Camp Ashraf you had to report your dreams and thoughts. If a man was turned on by the scent of a woman or a
whiff of perfume, he had to confess. Members had to attend weekly ideological cleansings in which they
publicly confessed their sexual desires. Members were even forced to divorce and take a vow of lifelong
celibacy to ensure that all their energy and love would be directed toward Maryam and Massoud. (Elizabeth Rubin, The
New York Times, August 14, 2011)
Rubin also highlighted the PMOI’s role in Saddam Hussein’s attempted genocide of the Kurds and the
group’s ill-conceived attack on Iran, which resulted in the slaughter of thousands of its followers. During
the Iran-Iraq war in the 1980s, the group served as Mr. Hussein’s own private militia opposing the theocratic
government in Tehran. For two decades, he gave the group money, weapons, jeeps and military bases along the
border with Iran. In return, the Rajavis pledged their fealty. In 1991, when Mr. Hussein crushed a Shiite
uprising in the south and attempted to carry out a genocide against the Kurds in the north, the Rajavis and their
army joined his forces in mowing down fleeing Kurds. Ms. Rajavi told her disciples, ‘‘Take the Kurds under
your tanks, and save your bullets for the Iranian Revolutionary Guards.’’ Many followers escaped in disgust. So
the Rajavis then began preying on Iranian refugees and asylum seekers in Europe to fill their ranks. The Rajavis
promise them salaries, marriage, family, freedom and a great cause – fighting the Iranian government. Then the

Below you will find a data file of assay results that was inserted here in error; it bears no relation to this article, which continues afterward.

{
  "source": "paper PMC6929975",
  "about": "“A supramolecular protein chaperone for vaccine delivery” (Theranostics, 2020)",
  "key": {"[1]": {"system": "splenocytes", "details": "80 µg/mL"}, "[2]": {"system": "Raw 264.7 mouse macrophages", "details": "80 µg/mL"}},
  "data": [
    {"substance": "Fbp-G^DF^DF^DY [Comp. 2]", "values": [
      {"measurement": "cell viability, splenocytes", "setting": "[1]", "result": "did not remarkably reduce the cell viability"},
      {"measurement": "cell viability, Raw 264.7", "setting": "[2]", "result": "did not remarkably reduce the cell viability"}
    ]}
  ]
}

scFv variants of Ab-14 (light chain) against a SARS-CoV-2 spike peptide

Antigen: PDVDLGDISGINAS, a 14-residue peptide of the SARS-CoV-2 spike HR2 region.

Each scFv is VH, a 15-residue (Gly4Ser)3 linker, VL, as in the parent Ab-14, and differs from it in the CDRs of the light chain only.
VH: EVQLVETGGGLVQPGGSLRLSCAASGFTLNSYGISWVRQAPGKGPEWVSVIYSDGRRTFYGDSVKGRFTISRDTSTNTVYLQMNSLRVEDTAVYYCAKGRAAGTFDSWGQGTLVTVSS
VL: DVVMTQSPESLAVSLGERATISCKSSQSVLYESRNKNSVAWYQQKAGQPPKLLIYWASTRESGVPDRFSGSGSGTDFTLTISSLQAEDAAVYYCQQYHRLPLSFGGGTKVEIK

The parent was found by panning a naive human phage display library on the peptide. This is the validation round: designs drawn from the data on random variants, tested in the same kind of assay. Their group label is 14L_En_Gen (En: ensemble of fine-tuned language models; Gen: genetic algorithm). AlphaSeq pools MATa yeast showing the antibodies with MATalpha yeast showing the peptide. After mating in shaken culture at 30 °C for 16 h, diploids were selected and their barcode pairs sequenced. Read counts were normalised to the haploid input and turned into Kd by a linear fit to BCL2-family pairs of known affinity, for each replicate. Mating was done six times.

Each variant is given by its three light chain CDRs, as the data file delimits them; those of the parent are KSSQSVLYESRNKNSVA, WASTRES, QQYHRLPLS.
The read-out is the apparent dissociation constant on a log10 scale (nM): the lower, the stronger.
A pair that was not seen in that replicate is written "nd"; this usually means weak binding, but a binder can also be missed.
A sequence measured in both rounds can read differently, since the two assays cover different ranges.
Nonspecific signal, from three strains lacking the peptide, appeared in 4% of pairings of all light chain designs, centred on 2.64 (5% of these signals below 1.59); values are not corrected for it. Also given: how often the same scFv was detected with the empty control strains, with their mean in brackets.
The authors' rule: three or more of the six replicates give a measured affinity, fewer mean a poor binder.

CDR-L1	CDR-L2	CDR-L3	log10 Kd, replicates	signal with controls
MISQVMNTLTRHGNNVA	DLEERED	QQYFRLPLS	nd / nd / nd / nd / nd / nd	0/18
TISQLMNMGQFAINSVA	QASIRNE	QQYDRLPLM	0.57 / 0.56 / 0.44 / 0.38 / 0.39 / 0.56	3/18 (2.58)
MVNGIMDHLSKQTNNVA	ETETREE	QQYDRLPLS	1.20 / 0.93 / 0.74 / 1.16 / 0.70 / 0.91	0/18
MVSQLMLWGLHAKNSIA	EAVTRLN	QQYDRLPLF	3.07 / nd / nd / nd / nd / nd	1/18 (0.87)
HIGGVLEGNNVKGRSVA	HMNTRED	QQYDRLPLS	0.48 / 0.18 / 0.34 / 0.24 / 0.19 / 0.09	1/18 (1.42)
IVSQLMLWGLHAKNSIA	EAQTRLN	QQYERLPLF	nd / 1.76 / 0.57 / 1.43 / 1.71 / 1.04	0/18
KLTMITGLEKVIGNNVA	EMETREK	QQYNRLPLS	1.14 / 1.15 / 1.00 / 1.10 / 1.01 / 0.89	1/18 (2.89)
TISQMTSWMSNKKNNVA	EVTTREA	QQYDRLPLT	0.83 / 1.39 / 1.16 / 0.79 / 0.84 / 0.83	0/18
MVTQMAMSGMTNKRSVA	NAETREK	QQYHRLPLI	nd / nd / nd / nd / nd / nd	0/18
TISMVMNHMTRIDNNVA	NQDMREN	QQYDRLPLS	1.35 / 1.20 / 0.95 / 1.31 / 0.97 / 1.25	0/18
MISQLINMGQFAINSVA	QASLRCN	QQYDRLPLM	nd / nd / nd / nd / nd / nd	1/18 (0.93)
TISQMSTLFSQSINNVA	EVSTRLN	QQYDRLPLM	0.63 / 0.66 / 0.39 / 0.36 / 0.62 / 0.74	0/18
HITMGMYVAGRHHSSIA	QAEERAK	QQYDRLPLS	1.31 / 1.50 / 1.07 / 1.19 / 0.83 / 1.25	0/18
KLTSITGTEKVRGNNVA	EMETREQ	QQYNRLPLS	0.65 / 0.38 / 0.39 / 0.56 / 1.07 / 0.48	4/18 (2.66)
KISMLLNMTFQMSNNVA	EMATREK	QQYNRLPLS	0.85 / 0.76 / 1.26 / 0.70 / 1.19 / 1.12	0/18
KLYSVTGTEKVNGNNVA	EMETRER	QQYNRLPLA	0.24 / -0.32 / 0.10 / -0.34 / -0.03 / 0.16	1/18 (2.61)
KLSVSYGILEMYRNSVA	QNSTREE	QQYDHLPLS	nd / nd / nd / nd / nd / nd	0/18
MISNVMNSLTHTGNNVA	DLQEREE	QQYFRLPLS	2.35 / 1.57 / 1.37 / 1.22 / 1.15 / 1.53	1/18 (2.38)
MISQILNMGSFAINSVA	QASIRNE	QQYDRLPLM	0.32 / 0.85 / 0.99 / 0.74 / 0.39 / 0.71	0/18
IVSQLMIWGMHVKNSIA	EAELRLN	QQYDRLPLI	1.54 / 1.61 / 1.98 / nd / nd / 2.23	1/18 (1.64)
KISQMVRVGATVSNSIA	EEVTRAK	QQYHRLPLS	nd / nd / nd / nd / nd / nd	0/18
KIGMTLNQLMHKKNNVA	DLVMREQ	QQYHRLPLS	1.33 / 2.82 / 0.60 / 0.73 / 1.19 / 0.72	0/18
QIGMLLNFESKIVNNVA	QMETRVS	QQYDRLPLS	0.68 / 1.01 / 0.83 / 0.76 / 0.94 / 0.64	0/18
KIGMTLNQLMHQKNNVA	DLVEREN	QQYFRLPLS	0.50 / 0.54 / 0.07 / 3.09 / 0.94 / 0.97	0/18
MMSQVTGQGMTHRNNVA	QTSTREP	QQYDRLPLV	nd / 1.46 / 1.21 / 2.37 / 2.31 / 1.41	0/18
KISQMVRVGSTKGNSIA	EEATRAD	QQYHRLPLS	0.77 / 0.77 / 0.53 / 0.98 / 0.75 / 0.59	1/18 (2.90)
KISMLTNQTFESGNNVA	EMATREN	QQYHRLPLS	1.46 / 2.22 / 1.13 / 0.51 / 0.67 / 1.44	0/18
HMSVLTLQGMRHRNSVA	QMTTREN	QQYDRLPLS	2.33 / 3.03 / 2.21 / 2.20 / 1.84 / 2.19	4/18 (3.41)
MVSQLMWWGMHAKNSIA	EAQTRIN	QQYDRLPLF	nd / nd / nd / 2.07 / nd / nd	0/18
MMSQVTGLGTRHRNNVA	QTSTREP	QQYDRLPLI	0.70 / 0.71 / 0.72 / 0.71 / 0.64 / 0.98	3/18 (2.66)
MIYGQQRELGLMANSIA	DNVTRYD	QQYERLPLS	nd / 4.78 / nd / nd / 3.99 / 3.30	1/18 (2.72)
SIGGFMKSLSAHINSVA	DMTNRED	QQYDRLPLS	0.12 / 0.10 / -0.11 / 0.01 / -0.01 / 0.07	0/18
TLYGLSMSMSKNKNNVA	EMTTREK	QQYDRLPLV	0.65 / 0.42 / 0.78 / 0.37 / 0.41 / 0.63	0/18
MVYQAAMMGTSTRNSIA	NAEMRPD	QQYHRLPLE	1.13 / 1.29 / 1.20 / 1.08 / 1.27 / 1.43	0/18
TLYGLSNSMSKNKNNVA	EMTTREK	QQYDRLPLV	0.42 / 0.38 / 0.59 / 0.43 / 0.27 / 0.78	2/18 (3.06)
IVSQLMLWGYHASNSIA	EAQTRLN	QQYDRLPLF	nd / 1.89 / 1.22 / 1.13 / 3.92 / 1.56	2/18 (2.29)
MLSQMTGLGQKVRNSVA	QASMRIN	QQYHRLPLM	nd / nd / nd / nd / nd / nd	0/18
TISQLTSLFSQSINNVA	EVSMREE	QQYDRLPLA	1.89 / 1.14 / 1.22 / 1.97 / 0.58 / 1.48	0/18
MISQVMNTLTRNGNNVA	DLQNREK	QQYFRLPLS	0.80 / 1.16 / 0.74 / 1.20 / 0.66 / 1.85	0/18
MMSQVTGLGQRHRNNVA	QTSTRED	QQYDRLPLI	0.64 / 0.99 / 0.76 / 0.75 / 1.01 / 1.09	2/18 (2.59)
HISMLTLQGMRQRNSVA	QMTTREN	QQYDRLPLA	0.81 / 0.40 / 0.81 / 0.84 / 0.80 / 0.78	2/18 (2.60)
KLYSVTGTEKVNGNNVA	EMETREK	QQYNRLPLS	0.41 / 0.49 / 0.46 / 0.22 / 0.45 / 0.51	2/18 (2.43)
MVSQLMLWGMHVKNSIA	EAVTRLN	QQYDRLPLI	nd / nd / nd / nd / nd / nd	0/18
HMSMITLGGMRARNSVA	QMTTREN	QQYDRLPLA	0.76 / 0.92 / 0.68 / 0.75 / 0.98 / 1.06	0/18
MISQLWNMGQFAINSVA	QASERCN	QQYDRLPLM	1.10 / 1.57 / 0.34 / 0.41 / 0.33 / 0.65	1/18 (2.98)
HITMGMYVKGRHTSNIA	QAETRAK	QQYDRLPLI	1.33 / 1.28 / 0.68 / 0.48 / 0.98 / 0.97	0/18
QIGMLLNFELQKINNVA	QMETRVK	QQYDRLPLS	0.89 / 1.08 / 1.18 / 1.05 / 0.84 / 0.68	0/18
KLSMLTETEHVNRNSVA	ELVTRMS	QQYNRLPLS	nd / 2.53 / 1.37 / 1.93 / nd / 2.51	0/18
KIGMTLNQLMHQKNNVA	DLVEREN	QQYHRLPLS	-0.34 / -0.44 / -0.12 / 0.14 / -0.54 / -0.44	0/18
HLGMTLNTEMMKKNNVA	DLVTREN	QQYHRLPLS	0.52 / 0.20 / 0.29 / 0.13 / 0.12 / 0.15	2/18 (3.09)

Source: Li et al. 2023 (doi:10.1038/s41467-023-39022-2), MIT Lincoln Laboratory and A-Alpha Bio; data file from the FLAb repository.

unwitting youths arrive in Iraq. What is most disturbing is how the group treats its members. After the Iran-Iraq
war, Mr. Rajavi orchestrated an ill-planned offensive, deploying thousands of young men and women into Iran
on a mass martyrdom operation. Instead of capturing Iran, as they believed they would, thousands of them were
slaughtered, including parents, husbands and wives of those I met in Iraq in 2003. (Elizabeth Rubin, The New York Times,
August 14, 2011)
In January 2010, Josh Hawley was 1 of 6 lawyers who represented the PMOI in its long-running quest to
have the U.S. State Department, which was then led by Hillary Clinton, delist it as a Foreign Terrorist
PEOPLE’S MOJAHEDIN ORGANIZATION OF IRAN, PETITIONER v. UNITED STATES DEPARTMENT OF STATE
AND HILLARY RODHAM CLINTON, IN HER CAPACITY AS SECRETARY OF STATE, RESPONDENTS
UNITED STATES COURT OF APPEALS FOR THE DISTRICT OF COLUMBIA CIRCUIT
613 F.3d 220; 392 U.S. App. D.C. 55; 2010 U.S. App. LEXIS 14647
January 12, 2010, Argued
July 16, 2010, Decided
SUBSEQUENT HISTORY: Later proceeding at In re People’s Mojahedin Org. of Iran, 2012 U.S. App. LEXIS 7173 (D.C.
Cir., Apr. 10, 2012)
PRIOR HISTORY: On Petition for Review of an Order of the Department of State.
Nat’l Council of Resistance of Iran v. Dep’t of State, 373 F.3d 152, 362 U.S. App. D.C. 143, 2004 U.S. App. LEXIS